Massachusetts Beverage Business


Article By: Andy Crouch

These are tough times for big brewers.  The craft beer industry continue to nip at the heels of long established beers from international companies.  Consumers are also demanding new products and are causing some of the world’s best known breweries to rethink their own portfolios.  Despite possessing one of the world’s most recognized brands in Guinness, Diageo is not resting on its past performance when handling even its most ubiquitous ale. 
After 25O years of celebrating dark ales, the company is now launching a new Guinness branded lager for the public.  In an attempt to combine and capture the markets of dark beer drinkers and lager lovers, Guinness has produced a straight-forward and uncomplicated dark lager that is strongly carbonated and with only a mild bite or roasted malt profile.  Meant to be consumed straight from the bottle, Guinness does not have plans to release a draft version of the new brand.  After test marketing the beer in Chicago and San Diego, Guinness brewmaster Fergal Murray traveled to Boston recently to celebrate the nationwide American launch of Guinness Black Lager.  I recently sat down with Murray to discuss the beer, the American beer scene and the future of Guinness. 

ANDY CROUCH To start, how has the introduction of the Foreign Extra Stout into the United States gone? 
FERGAL MURRAY There are two communities that really recognize it: the African-American community and beer aficionados.  And then there are now consumers who are learning about this unique beer.  It’s done very well.  We heard for a number of years from consumers, “Why isn’t this beer available in America?”  And so it has been very well received. 

AC This beer is made in an assembly line sort of way, with different parts being made in different breweries.  Can you talk a little about that process. 
FM The roasting plant and facilities are in Dublin at St. Jame’s’ Gate, where we have the unique process of taking roasted barley and turning it into Guinness essence.  Our process involves about two and a half hours in an oven and it is only in the last fifteen minutes that the grain turns in color.  And it is at that moment that the barley has the intensity and roasted character that we want.  It’s quite a complex art as you can imagine.  And then we use the lagering facility at Dundalk.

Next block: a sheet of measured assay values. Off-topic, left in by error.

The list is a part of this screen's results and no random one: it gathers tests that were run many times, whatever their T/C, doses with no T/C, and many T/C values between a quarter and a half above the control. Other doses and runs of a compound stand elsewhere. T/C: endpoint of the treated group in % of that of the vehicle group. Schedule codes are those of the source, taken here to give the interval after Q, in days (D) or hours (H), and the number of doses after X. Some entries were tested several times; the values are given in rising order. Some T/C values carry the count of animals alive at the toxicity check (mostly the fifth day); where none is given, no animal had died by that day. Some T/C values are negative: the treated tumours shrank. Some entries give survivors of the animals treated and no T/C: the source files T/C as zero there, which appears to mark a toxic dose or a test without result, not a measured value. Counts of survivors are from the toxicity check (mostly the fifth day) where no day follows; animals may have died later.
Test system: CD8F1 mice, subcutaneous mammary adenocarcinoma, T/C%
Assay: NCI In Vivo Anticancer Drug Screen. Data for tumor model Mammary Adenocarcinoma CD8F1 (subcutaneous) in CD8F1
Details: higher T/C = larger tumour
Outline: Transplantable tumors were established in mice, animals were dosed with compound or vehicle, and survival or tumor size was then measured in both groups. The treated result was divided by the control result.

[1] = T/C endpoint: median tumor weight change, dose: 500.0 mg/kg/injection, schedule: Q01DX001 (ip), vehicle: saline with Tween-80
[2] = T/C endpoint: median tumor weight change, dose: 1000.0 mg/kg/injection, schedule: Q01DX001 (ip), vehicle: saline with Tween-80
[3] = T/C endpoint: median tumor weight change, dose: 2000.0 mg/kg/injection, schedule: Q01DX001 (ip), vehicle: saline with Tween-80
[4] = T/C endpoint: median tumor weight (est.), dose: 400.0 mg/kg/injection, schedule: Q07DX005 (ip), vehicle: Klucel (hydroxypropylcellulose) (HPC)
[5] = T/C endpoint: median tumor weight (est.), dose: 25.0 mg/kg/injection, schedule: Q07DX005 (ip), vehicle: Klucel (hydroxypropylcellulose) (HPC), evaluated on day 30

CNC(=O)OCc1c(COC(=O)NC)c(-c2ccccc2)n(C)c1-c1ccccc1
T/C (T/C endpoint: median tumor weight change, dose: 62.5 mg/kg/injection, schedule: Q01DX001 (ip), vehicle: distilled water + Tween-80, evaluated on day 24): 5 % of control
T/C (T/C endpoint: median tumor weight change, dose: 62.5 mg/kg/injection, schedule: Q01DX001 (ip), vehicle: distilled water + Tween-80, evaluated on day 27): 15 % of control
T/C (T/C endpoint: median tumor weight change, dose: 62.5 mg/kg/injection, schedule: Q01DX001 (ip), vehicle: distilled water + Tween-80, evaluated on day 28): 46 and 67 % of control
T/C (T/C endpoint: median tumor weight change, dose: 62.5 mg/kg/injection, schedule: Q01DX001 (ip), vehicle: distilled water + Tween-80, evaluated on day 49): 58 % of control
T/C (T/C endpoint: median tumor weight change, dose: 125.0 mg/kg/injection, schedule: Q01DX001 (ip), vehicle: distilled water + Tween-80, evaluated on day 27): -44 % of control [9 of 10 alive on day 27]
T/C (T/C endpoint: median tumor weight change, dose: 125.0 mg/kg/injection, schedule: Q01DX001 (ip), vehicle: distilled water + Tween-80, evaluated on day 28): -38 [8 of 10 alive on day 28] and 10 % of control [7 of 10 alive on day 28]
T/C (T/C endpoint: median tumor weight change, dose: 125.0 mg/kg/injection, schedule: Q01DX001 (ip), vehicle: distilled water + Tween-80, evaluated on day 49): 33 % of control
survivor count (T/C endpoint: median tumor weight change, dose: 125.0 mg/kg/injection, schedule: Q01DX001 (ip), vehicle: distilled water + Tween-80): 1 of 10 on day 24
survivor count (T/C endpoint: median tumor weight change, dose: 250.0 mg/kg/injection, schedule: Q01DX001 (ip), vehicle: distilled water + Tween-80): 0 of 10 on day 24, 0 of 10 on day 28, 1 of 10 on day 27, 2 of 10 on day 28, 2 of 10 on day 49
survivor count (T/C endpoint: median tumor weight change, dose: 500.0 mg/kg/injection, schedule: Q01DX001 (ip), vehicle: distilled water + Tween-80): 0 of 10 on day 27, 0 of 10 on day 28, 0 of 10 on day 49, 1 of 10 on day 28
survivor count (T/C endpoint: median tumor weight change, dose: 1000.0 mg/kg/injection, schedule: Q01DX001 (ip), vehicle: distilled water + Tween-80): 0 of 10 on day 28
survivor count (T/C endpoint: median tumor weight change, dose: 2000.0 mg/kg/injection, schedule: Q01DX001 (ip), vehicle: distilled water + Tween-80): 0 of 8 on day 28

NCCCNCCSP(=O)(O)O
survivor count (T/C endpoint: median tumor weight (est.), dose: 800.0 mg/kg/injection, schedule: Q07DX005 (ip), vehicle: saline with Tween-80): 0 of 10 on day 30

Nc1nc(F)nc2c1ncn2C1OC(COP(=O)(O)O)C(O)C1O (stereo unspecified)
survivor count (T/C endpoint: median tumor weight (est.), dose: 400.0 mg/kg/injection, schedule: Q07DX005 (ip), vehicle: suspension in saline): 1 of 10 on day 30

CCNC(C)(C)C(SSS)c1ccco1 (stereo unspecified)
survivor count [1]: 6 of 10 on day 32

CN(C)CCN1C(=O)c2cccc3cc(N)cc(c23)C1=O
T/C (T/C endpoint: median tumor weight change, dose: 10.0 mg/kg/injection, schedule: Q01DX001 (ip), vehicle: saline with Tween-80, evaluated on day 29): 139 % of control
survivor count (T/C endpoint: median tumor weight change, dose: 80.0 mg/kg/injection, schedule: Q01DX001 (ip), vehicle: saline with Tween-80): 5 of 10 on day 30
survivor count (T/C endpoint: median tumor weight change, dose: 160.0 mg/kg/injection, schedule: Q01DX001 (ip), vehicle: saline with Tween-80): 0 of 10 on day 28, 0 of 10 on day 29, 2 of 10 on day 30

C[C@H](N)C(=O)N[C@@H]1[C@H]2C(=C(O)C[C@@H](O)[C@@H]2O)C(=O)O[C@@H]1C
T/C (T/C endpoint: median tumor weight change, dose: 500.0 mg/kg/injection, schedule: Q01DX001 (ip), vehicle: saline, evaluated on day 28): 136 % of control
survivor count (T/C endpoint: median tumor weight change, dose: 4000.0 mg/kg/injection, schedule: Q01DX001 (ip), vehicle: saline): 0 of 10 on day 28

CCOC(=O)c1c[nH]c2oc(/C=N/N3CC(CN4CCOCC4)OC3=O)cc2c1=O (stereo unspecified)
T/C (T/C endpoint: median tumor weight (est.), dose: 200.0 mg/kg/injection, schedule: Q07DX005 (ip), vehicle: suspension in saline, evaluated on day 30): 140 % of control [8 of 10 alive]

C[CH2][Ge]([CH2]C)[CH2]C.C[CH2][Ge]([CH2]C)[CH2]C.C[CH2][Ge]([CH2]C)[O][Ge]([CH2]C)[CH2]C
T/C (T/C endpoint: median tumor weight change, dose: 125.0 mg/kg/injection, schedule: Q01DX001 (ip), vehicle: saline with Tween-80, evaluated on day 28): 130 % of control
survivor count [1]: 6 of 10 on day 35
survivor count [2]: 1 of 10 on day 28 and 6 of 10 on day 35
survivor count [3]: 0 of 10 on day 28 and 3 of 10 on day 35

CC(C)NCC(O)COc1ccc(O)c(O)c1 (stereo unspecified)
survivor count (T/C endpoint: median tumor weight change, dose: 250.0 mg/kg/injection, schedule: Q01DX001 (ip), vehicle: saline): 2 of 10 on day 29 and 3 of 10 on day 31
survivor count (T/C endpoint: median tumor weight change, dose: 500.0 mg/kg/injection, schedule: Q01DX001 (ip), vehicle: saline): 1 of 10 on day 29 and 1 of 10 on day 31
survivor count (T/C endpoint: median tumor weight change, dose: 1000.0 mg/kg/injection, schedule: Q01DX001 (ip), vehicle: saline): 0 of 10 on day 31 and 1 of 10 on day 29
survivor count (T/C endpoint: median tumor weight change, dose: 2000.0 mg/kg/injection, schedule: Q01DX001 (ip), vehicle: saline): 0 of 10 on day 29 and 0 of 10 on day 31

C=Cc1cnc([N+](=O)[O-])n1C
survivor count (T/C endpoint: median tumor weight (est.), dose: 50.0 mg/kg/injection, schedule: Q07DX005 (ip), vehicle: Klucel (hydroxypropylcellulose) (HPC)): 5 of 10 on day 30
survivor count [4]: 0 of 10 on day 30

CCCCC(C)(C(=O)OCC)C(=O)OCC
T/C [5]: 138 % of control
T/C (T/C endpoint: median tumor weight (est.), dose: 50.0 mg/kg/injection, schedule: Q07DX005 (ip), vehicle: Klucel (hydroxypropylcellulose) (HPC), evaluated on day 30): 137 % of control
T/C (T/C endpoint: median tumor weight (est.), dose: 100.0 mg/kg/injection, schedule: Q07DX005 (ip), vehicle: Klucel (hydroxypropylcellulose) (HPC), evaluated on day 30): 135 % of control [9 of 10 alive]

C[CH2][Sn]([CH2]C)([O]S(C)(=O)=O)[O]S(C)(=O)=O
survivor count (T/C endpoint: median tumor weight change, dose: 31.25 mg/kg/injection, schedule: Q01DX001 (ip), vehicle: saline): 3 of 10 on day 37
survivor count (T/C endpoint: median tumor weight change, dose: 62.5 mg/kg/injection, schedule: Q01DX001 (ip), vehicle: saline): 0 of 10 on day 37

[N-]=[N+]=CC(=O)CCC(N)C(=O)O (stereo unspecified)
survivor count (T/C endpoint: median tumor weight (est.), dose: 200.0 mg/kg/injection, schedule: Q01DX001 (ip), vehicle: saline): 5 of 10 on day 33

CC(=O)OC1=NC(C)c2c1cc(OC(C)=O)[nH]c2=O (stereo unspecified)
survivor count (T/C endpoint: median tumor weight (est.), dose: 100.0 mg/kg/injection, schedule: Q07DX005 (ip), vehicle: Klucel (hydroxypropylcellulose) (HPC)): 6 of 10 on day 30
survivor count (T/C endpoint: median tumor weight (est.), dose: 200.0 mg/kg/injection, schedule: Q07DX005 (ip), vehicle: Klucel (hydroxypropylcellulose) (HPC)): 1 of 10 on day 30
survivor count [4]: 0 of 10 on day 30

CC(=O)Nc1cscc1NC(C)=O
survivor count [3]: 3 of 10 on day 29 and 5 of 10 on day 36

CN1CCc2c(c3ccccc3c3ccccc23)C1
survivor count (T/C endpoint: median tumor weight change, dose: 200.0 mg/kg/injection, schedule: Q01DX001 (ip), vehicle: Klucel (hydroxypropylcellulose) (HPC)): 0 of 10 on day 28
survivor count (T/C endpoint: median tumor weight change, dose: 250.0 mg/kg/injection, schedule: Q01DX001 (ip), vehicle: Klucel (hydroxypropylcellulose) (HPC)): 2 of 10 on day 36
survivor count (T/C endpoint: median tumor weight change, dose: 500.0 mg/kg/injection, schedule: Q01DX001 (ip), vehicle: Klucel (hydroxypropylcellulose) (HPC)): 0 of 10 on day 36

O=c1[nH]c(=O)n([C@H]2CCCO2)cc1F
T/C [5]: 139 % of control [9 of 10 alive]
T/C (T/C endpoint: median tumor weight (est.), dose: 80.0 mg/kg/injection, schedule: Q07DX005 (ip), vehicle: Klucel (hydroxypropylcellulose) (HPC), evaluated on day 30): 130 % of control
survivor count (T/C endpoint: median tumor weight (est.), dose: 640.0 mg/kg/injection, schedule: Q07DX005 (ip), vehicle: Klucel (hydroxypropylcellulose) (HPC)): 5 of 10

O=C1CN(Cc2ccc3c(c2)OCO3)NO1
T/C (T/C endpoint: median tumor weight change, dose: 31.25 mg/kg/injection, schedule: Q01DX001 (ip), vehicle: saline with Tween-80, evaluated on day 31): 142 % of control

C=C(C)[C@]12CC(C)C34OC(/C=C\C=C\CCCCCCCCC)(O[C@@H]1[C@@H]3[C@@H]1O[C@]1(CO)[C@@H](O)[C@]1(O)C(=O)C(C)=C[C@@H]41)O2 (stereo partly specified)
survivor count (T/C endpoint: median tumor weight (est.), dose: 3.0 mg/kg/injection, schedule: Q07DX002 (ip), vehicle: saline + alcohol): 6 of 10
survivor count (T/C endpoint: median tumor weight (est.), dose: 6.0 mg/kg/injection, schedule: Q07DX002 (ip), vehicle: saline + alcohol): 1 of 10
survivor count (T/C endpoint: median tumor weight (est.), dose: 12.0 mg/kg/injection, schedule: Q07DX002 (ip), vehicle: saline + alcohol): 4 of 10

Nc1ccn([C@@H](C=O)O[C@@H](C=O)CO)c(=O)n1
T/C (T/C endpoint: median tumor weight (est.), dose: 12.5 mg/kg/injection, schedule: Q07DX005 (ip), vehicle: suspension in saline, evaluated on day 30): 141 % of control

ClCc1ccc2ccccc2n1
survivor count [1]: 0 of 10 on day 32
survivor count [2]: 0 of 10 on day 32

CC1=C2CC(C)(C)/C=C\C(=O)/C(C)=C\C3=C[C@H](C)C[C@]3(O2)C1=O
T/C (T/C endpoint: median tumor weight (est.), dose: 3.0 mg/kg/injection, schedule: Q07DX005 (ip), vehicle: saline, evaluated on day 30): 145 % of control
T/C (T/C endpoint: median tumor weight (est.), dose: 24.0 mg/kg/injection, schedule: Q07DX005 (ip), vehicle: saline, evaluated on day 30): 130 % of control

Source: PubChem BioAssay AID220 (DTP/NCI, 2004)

AC And that is for the base beer? 
FM Yes. 

AC So that is wholly separate from any other recipes that Guinness produces?
FM That process was started at our pilot brewery, which is our innovation center at St. Jame’s’ Gate.  And so we refined the lager process there.  That is where we worked out all the protocols and mash times and fermentation.  Then you bring that to the brewery and everything gets adjusted again.  We then go through lager process A, B then C, and test which one gives us the best.  The number of brewing trials is phenomenal, it just doesn’t happen overnight.  We may have done two hundred different brews to get the right result. 

AC Larger breweries in America, such as Coors and Miller, do a lot of small test batch brewing at their facilities and they produce a range of unusual styles, including barleywines.  And sometimes products have come to market from these smaller batch brews, such as with Blue Moon by Coors.  Does Guinness do much in the way of test batches along these lines? 
FM Oh yes.  We are constantly looking at new trends and ideas and refining our processes and optimizing our efficiencies.  We test different yeast improvements and hop level adjustments.  Rarely do we dream up new styles of beer or things like that.  We would need pull from the markets for us to go down that road.  We’re mainly focused on improving our brewing capabilities.